My first laptop - Bondwell B200 (CPU 80C88)

lap_b200_05.jpgAnd now for something completely different - my first laptop. It wasn't a Pentium as some might suspect. It wasn't even a 386. No, it was something, even older! If you are interested in computer archeology, you might be interested in this post ;>

I've received the laptop somewhere around 1990 (or 1991), and it wasn't literally my laptop, since I was kinda too young to own or need one (I had my Atari 800 XL then, what more could I possibly want?). So, it was my fathers, but I had unlimited access to it, so I could play games like North & South (the link leads to the Amiga version of the game, the PC version had worse graphics, especially on a CGA mono display ;p), or code in my favorite GW-BASIC'u (yees, it was Microsoft GW-BASIC).

OK, enough of personal history. I'm sure you're more interested in what's inside this machine:

CPU    : 80C88 (I think it was around 4MhZ)
RAM    : 640 KB
OS     : I've had Dr-DOS and some old MS-DOS on floppies
HDD    : the what? nope, none
Floppy : 2x 3,5' DD (720KB)
GFX    : CGA Mono
Monitor: LCD ?320x200? Monochromatic
Porty  : Printer Port (LPT), COM (RS232-C), RGB Out (no idea)
Bateria: there was one, but I don't remember how good it was

As you can see, it's a collection of interesting things. Let's start with the CPU. It was an Intel 80C88 which is a younger brother of 8088, and the older brother of 80188, 80186 or 80286. So it was a "normal" x86, it just didn't know that yet (x88 ;p). And I guess the instruction set wasn't so extended.
The second thing is the RAM. Do you remember the famous quote "640K ought to be enough for anybody" (which Bill denies he said btw)? Well, on this machine you could really find it out if thats enough! And to tell you the truth, the 640KB was quite enough, as long as you didn't go outside of year 1991 ;>

The HDD was not present (there was a version of this laptop marked B320 which had an HDD), instead, there were two FDD 3.5' DD (DD meaning Double Density - 720KB on a disk; the reader might be more familiar with the HD (High Density) 3.5' disk which were 1.44MB, or even with the ED (Extended Density) 3.5' disk which were 2.88MB).

As for the OS, you had a partial Dr-DOS or MS-DOS (I think it was something around 3.2 and 4.0 versions). "Partial" meaning you had 3-4 files: command.com (the command line interpreter), io.sys (the kernel) and config.sys and/or autoexec.bat (the start scripts). Of course you had no need for stuff like himem.sys (Upper Memory Area driver) or EMM386.exe (XMS/EMS driver) for obvious reasons - the laptop had only 640KB RAM.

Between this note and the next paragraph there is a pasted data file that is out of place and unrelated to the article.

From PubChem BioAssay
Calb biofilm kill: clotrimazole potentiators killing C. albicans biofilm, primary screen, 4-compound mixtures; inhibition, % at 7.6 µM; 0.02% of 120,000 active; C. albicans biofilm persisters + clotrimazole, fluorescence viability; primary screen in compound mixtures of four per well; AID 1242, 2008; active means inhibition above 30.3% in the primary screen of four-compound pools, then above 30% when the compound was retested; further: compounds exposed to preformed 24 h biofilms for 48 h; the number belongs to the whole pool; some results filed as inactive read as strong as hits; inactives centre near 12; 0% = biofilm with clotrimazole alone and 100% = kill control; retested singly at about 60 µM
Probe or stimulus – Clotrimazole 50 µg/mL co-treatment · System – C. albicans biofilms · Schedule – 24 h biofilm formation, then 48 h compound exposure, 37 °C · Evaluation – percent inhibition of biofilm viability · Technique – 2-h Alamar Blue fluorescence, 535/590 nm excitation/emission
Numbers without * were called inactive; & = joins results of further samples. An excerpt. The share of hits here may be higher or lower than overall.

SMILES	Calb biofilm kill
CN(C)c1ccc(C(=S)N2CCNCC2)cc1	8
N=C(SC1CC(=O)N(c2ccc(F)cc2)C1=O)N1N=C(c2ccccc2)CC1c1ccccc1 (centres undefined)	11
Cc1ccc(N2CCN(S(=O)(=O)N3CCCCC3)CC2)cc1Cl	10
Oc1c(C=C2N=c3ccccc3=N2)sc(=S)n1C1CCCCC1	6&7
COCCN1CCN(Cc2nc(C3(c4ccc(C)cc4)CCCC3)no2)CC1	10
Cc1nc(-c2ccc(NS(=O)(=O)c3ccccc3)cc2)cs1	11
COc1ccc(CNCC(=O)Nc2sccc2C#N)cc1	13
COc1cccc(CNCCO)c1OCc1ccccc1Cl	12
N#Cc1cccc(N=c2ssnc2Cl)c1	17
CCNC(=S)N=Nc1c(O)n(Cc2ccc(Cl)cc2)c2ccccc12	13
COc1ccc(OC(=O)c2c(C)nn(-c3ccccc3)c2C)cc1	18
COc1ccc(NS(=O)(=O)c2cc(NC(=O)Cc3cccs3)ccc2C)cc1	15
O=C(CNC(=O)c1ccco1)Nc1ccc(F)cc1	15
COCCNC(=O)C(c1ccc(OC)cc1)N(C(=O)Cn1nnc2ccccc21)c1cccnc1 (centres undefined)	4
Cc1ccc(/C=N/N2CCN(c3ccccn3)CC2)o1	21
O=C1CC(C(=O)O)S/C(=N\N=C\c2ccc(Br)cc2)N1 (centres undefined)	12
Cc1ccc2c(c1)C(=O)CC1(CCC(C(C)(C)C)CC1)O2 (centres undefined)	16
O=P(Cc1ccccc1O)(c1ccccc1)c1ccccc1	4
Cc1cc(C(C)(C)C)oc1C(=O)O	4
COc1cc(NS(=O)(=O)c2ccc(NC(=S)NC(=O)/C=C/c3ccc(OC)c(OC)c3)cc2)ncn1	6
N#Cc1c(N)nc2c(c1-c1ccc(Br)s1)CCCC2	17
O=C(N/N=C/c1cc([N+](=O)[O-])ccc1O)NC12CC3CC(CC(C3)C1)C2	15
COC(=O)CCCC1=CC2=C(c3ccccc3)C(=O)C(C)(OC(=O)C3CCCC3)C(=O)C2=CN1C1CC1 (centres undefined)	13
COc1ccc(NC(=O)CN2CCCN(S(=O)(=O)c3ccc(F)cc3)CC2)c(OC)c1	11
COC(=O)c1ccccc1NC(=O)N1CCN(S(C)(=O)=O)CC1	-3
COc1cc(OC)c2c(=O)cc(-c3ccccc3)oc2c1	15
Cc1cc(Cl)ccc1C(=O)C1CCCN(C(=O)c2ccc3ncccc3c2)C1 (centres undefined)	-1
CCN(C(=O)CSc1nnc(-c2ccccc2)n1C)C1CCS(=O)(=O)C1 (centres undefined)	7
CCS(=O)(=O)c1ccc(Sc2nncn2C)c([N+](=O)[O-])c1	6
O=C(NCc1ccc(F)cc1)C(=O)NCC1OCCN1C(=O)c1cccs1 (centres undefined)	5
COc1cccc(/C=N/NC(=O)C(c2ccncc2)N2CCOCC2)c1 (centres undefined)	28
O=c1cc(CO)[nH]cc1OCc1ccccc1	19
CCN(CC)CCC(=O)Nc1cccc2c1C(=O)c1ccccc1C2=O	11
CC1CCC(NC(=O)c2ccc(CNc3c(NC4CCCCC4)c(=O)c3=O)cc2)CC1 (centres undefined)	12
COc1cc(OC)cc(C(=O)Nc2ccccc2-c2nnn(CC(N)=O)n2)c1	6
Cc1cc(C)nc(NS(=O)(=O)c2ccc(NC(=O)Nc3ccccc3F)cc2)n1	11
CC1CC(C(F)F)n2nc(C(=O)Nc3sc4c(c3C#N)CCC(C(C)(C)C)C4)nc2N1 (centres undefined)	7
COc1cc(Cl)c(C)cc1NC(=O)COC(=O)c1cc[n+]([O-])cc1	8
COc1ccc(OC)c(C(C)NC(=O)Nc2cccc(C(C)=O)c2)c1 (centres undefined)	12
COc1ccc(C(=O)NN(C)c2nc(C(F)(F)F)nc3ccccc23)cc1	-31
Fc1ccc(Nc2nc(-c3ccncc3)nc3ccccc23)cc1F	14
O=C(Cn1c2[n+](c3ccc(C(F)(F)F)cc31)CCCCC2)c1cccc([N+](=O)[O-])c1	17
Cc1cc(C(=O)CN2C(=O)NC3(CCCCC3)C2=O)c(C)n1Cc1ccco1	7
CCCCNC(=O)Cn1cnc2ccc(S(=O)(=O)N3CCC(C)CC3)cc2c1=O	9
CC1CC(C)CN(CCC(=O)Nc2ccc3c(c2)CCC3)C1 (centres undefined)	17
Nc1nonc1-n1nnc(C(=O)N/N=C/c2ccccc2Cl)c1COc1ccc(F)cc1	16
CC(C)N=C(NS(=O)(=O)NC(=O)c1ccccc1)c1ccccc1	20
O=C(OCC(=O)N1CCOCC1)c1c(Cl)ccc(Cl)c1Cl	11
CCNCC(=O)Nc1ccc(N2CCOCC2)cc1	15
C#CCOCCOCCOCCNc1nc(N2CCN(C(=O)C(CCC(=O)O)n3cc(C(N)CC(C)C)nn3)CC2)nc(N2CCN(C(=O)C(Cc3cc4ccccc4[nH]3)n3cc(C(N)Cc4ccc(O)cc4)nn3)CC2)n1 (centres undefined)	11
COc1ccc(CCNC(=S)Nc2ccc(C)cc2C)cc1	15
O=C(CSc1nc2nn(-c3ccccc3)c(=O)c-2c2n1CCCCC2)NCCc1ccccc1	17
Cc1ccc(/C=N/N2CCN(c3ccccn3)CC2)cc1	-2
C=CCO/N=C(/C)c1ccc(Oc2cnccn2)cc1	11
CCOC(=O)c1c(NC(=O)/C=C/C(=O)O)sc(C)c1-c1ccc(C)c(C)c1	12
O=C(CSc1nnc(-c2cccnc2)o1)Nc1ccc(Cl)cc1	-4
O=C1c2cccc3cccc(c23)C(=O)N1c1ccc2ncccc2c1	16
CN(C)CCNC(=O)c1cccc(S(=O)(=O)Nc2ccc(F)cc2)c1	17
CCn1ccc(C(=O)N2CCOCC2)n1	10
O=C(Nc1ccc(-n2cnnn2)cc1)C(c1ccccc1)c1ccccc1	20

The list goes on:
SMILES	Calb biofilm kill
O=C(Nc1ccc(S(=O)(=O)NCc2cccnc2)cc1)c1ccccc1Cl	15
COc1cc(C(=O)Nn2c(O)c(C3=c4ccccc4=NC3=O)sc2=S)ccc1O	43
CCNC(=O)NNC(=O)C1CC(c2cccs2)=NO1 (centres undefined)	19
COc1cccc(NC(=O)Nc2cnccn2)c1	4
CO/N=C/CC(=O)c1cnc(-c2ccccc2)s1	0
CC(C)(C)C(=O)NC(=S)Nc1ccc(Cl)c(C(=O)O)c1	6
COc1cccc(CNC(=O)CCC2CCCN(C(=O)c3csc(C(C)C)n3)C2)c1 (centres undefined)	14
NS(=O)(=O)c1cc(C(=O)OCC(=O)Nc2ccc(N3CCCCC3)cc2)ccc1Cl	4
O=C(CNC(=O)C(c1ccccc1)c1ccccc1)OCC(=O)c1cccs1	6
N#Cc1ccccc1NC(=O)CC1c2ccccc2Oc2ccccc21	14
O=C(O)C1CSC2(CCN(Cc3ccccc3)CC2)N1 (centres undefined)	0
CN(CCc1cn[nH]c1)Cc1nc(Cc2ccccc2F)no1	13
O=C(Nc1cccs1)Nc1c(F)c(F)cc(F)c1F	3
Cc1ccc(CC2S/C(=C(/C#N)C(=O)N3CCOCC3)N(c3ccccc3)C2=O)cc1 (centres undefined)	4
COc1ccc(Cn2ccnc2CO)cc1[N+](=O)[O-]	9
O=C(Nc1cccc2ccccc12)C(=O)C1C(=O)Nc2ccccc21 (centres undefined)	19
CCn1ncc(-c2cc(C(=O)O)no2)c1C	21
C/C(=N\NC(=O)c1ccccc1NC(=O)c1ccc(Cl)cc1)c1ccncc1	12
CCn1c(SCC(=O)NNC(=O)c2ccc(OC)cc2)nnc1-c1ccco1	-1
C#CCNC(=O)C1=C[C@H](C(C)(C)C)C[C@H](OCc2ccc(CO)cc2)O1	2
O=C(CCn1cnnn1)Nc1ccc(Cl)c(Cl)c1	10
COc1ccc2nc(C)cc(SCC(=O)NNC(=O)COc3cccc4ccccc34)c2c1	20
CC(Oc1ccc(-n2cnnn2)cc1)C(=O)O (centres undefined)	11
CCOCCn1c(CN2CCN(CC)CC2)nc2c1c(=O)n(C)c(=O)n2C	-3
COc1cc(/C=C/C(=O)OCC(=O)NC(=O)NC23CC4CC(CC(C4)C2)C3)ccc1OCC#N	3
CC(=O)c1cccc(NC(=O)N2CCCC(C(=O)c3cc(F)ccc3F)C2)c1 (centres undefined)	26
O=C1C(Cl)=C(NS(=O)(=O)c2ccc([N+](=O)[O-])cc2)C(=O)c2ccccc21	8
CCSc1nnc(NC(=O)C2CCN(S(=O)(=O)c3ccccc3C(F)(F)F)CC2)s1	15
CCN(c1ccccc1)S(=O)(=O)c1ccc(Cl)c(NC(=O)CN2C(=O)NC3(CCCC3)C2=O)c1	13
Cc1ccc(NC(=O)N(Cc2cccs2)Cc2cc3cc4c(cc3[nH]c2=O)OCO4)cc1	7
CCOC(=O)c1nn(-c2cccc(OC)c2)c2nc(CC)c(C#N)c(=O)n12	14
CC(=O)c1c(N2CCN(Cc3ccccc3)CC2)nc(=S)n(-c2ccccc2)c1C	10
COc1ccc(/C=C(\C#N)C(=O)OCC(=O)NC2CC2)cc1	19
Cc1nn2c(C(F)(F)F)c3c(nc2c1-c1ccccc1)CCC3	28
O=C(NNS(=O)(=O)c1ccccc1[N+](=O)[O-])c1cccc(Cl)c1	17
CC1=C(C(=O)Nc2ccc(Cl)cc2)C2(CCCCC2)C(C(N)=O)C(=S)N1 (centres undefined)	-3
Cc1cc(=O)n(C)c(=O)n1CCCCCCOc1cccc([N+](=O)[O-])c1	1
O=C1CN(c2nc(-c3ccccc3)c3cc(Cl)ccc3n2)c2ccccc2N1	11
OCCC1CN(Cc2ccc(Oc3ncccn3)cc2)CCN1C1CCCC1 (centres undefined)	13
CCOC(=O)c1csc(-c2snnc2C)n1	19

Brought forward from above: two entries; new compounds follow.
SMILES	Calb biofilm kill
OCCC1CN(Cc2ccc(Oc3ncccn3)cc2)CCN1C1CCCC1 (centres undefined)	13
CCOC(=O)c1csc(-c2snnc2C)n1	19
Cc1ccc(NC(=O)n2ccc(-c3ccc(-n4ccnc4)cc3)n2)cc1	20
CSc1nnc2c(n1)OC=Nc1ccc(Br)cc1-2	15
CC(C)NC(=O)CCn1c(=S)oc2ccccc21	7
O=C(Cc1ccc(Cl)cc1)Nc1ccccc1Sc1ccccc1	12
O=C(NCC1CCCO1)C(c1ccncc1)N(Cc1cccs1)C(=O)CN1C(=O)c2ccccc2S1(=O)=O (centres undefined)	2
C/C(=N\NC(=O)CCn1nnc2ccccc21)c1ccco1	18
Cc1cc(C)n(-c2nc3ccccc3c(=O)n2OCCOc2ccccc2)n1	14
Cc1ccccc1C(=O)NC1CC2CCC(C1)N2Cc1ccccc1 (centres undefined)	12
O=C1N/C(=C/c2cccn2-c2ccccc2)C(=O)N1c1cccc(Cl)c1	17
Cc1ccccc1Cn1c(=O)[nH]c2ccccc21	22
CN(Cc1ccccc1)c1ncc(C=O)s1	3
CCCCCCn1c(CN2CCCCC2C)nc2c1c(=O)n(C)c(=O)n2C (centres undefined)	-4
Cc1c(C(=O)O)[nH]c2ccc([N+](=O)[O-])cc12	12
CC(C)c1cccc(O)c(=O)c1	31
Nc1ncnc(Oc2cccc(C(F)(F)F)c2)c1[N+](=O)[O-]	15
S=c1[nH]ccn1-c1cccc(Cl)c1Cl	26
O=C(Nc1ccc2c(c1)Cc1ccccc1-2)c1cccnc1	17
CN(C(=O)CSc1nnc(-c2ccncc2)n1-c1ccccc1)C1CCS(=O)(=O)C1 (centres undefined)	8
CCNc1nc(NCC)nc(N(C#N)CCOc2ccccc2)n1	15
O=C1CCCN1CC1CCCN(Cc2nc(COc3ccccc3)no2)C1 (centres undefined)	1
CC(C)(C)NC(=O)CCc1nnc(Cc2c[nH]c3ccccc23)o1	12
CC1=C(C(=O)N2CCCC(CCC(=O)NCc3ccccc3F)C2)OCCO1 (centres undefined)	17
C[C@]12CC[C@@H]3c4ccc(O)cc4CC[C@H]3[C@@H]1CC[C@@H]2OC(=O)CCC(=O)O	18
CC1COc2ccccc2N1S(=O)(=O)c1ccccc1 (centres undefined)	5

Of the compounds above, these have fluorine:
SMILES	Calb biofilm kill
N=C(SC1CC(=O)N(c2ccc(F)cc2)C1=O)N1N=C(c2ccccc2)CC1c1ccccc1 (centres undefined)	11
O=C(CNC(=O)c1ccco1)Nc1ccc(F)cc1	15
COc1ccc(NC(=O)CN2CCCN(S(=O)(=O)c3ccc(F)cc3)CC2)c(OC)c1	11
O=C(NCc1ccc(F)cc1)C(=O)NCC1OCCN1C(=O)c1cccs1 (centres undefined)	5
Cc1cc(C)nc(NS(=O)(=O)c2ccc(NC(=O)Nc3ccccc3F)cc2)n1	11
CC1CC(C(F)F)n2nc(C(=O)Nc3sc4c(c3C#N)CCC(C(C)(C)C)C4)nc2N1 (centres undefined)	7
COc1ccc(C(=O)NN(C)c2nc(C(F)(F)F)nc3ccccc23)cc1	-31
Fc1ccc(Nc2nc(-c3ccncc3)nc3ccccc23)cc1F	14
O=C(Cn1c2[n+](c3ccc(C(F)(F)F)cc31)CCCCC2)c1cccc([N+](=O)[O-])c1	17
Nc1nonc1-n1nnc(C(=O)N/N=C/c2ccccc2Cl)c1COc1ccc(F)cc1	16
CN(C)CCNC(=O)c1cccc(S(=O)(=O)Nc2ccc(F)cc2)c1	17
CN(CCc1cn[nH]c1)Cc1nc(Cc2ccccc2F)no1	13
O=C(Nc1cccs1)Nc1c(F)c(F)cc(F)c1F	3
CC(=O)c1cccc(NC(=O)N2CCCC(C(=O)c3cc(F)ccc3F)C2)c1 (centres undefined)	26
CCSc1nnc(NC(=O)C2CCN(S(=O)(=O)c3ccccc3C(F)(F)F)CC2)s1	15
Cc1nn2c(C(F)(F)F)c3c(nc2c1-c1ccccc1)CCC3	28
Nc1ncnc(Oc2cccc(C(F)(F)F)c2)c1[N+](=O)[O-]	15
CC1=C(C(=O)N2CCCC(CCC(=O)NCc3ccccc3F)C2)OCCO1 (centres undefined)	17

As for the GFX Card, there was a CGA Mono, which is a little funny - CGA stands for Color Graphic Adapter, so there supposed to be some Color. However the LCD was monochromatic (black and white), so it was hard to display something colorful there (maybe the RGB Out port was more colorful; I don't recall if I had an occasion to check it). However it was good that it was CGA! On my PC (80286) I had a Hercules graphic card (monochromatic) and I had to run all sorts of CGA emulators (like color.com) to get a game running. Well, on the laptop I didn't have to do that ;>

As for ports, just the standard: LPT, COM and some RGB Our that looks a little similar to D-SUB, it just had two, not three, pin rows (like COM aka RS232).

You know what's great about this 20-year old laptop? It still works! With the same speed as in the old days (well, I should use the word 'slowness' instead of 'speed', but I think it's just me, not the laptop).

Now a short movie with POST (I can't seem to find a FDD with an OS):

And some pictures:

And thats all for today!


2010-03-31 14:33:43 = grym
Heh, a long time ago I had this laptop, too!
2010-07-07 17:05:47 = jeffer

nice article!

i just got my vintage B200...but without software...
is there anyway you can help me to get this machine some floppy's?
pls use url to answer...since i dont like to spam my mail around...

thanks in advance
2010-07-18 13:38:55 = Damian
First "panoramic" LCD? :D

Where did you find it?
2010-07-18 15:01:07 = Gynvael Coldwind

Nah, the software got lost decades ago ;D
But it's x86 (well, almost), so old DOS software should work :)

Ahahah yeah, seems so. Wonder if it's 16:9 ;D
But seems mode like 2.39:1 ;D

Anyway, It was lying in my house the whole time hehe ;)
2011-07-29 14:43:39 = Cyberfox

on that time i was working in a computer shop, and we've the last model of bondwell b200.
Noone was able to sell it!!

One day i've received the congratulations of my boss when he know i've been able to sell it!!

Was very expensive...
Old good days...
2012-01-04 12:25:33 = Pete
Hi there,

funny to see somebody else is remembering this device. These days I wanted to sell mine at ebay but I have no idea someone will buy?

Unfortunately the battery and power adapter are lost so I can not check it. But it worked fine in the early 90s, when real laptops were expensive. I even wrote a program - tailored to that thing - to have mobile access to my database... and yes, it was fast enough (almost ;) and 640K was huge (until I decided to use graphics in my program, which is another story). Finally I upgraded to B320 with HDD ;)

Greetings from Germany.
2022-01-31 18:30:36 = MrPoppe
Hi there!

I just bought a Bondwell B200, I wondered if I could get copies of your Bondwell Dr-DOS floppies?
Images (like WinImage) would be great, I got non Bondwell branded DOS 5 with mine...

Jonas Hillerström
2022-05-27 16:40:26 = Gynvael Coldwind
Sorry, just noticed your comment (e-mail with comments stopped working and I noticed after 5 months 🤷).
Unfortunately I don't think I had the original Bondwell ones. I remember only ever using "start floppies" with a couple of basic OS files from Dr-DOS on them ;(

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